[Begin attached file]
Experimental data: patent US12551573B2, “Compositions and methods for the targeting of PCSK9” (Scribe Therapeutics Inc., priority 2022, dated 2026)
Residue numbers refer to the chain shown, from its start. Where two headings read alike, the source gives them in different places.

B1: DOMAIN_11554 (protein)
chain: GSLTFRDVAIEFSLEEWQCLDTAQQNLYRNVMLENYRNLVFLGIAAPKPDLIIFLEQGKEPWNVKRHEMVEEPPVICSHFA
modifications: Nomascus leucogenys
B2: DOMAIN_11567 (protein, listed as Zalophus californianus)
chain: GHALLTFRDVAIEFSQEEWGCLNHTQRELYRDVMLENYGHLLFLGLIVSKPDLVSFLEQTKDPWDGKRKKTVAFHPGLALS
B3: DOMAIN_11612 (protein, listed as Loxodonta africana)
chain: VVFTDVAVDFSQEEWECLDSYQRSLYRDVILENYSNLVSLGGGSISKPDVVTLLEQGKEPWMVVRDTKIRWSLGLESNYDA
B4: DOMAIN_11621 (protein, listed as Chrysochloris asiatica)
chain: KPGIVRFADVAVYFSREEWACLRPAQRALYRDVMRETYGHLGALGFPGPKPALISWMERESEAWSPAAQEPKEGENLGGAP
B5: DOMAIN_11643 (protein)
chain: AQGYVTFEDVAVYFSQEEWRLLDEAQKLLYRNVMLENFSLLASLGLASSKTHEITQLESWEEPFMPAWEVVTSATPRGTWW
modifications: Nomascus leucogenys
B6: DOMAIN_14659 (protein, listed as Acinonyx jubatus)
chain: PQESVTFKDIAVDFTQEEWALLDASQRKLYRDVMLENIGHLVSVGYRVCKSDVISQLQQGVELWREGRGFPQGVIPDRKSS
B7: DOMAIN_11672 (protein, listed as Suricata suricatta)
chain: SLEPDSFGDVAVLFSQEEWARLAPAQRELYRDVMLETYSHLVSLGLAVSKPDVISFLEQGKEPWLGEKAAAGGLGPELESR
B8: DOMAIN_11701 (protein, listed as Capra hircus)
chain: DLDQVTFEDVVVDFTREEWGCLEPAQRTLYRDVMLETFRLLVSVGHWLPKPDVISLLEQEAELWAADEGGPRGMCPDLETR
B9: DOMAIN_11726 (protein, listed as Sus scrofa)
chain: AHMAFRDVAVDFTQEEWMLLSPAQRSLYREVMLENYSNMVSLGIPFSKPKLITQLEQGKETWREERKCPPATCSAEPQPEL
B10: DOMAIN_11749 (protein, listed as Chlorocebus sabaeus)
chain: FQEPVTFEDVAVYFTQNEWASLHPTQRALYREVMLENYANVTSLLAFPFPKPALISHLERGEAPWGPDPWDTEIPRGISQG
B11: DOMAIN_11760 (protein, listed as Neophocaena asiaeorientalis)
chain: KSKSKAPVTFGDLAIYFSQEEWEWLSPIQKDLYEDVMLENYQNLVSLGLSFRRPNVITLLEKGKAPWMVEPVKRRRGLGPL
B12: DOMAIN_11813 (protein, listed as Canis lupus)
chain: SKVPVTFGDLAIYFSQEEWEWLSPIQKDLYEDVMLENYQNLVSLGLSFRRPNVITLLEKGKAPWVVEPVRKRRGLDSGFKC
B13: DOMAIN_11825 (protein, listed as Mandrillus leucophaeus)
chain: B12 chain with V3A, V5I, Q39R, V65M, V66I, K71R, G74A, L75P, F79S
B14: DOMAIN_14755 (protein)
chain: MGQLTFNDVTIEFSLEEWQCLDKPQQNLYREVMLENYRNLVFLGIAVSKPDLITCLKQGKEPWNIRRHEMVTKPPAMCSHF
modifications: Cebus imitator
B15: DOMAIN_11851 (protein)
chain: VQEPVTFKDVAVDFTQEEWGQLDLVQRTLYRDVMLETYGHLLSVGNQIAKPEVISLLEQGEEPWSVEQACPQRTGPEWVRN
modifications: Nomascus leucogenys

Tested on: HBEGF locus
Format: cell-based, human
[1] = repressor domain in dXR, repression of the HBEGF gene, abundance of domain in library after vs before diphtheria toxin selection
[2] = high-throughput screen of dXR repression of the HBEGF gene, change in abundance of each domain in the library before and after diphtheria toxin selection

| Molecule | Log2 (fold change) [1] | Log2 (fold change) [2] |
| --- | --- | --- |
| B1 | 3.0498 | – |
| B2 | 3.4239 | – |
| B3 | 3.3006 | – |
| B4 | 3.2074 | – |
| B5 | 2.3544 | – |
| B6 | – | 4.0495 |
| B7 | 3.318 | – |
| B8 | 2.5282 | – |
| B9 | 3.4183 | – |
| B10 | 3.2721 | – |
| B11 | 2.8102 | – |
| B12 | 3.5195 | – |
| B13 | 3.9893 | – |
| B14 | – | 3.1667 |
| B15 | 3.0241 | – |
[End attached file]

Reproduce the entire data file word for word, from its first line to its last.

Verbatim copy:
Experimental data: patent US12551573B2, “Compositions and methods for the targeting of PCSK9” (Scribe Therapeutics Inc., priority 2022, dated 2026)
Residue numbers refer to the chain shown, from its start. Where two headings read alike, the source gives them in different places.

B1: DOMAIN_11554 (protein)
chain: GSLTFRDVAIEFSLEEWQCLDTAQQNLYRNVMLENYRNLVFLGIAAPKPDLIIFLEQGKEPWNVKRHEMVEEPPVICSHFA
modifications: Nomascus leucogenys
B2: DOMAIN_11567 (protein, listed as Zalophus californianus)
chain: GHALLTFRDVAIEFSQEEWGCLNHTQRELYRDVMLENYGHLLFLGLIVSKPDLVSFLEQTKDPWDGKRKKTVAFHPGLALS
B3: DOMAIN_11612 (protein, listed as Loxodonta africana)
chain: VVFTDVAVDFSQEEWECLDSYQRSLYRDVILENYSNLVSLGGGSISKPDVVTLLEQGKEPWMVVRDTKIRWSLGLESNYDA
B4: DOMAIN_11621 (protein, listed as Chrysochloris asiatica)
chain: KPGIVRFADVAVYFSREEWACLRPAQRALYRDVMRETYGHLGALGFPGPKPALISWMERESEAWSPAAQEPKEGENLGGAP
B5: DOMAIN_11643 (protein)
chain: AQGYVTFEDVAVYFSQEEWRLLDEAQKLLYRNVMLENFSLLASLGLASSKTHEITQLESWEEPFMPAWEVVTSATPRGTWW
modifications: Nomascus leucogenys
B6: DOMAIN_14659 (protein, listed as Acinonyx jubatus)
chain: PQESVTFKDIAVDFTQEEWALLDASQRKLYRDVMLENIGHLVSVGYRVCKSDVISQLQQGVELWREGRGFPQGVIPDRKSS
B7: DOMAIN_11672 (protein, listed as Suricata suricatta)
chain: SLEPDSFGDVAVLFSQEEWARLAPAQRELYRDVMLETYSHLVSLGLAVSKPDVISFLEQGKEPWLGEKAAAGGLGPELESR
B8: DOMAIN_11701 (protein, listed as Capra hircus)
chain: DLDQVTFEDVVVDFTREEWGCLEPAQRTLYRDVMLETFRLLVSVGHWLPKPDVISLLEQEAELWAADEGGPRGMCPDLETR
B9: DOMAIN_11726 (protein, listed as Sus scrofa)
chain: AHMAFRDVAVDFTQEEWMLLSPAQRSLYREVMLENYSNMVSLGIPFSKPKLITQLEQGKETWREERKCPPATCSAEPQPEL
B10: DOMAIN_11749 (protein, listed as Chlorocebus sabaeus)
chain: FQEPVTFEDVAVYFTQNEWASLHPTQRALYREVMLENYANVTSLLAFPFPKPALISHLERGEAPWGPDPWDTEIPRGISQG
B11: DOMAIN_11760 (protein, listed as Neophocaena asiaeorientalis)
chain: KSKSKAPVTFGDLAIYFSQEEWEWLSPIQKDLYEDVMLENYQNLVSLGLSFRRPNVITLLEKGKAPWMVEPVKRRRGLGPL
B12: DOMAIN_11813 (protein, listed as Canis lupus)
chain: SKVPVTFGDLAIYFSQEEWEWLSPIQKDLYEDVMLENYQNLVSLGLSFRRPNVITLLEKGKAPWVVEPVRKRRGLDSGFKC
B13: DOMAIN_11825 (protein, listed as Mandrillus leucophaeus)
chain: B12 chain with V3A, V5I, Q39R, V65M, V66I, K71R, G74A, L75P, F79S
B14: DOMAIN_14755 (protein)
chain: MGQLTFNDVTIEFSLEEWQCLDKPQQNLYREVMLENYRNLVFLGIAVSKPDLITCLKQGKEPWNIRRHEMVTKPPAMCSHF
modifications: Cebus imitator
B15: DOMAIN_11851 (protein)
chain: VQEPVTFKDVAVDFTQEEWGQLDLVQRTLYRDVMLETYGHLLSVGNQIAKPEVISLLEQGEEPWSVEQACPQRTGPEWVRN
modifications: Nomascus leucogenys

Tested on: HBEGF locus
Format: cell-based, human
[1] = repressor domain in dXR, repression of the HBEGF gene, abundance of domain in library after vs before diphtheria toxin selection
[2] = high-throughput screen of dXR repression of the HBEGF gene, change in abundance of each domain in the library before and after diphtheria toxin selection

| Molecule | Log2 (fold change) [1] | Log2 (fold change) [2] |
| --- | --- | --- |
| B1 | 3.0498 | – |
| B2 | 3.4239 | – |
| B3 | 3.3006 | – |
| B4 | 3.2074 | – |
| B5 | 2.3544 | – |
| B6 | – | 4.0495 |
| B7 | 3.318 | – |
| B8 | 2.5282 | – |
| B9 | 3.4183 | – |
| B10 | 3.2721 | – |
| B11 | 2.8102 | – |
| B12 | 3.5195 | – |
| B13 | 3.9893 | – |
| B14 | – | 3.1667 |
| B15 | 3.0241 | – |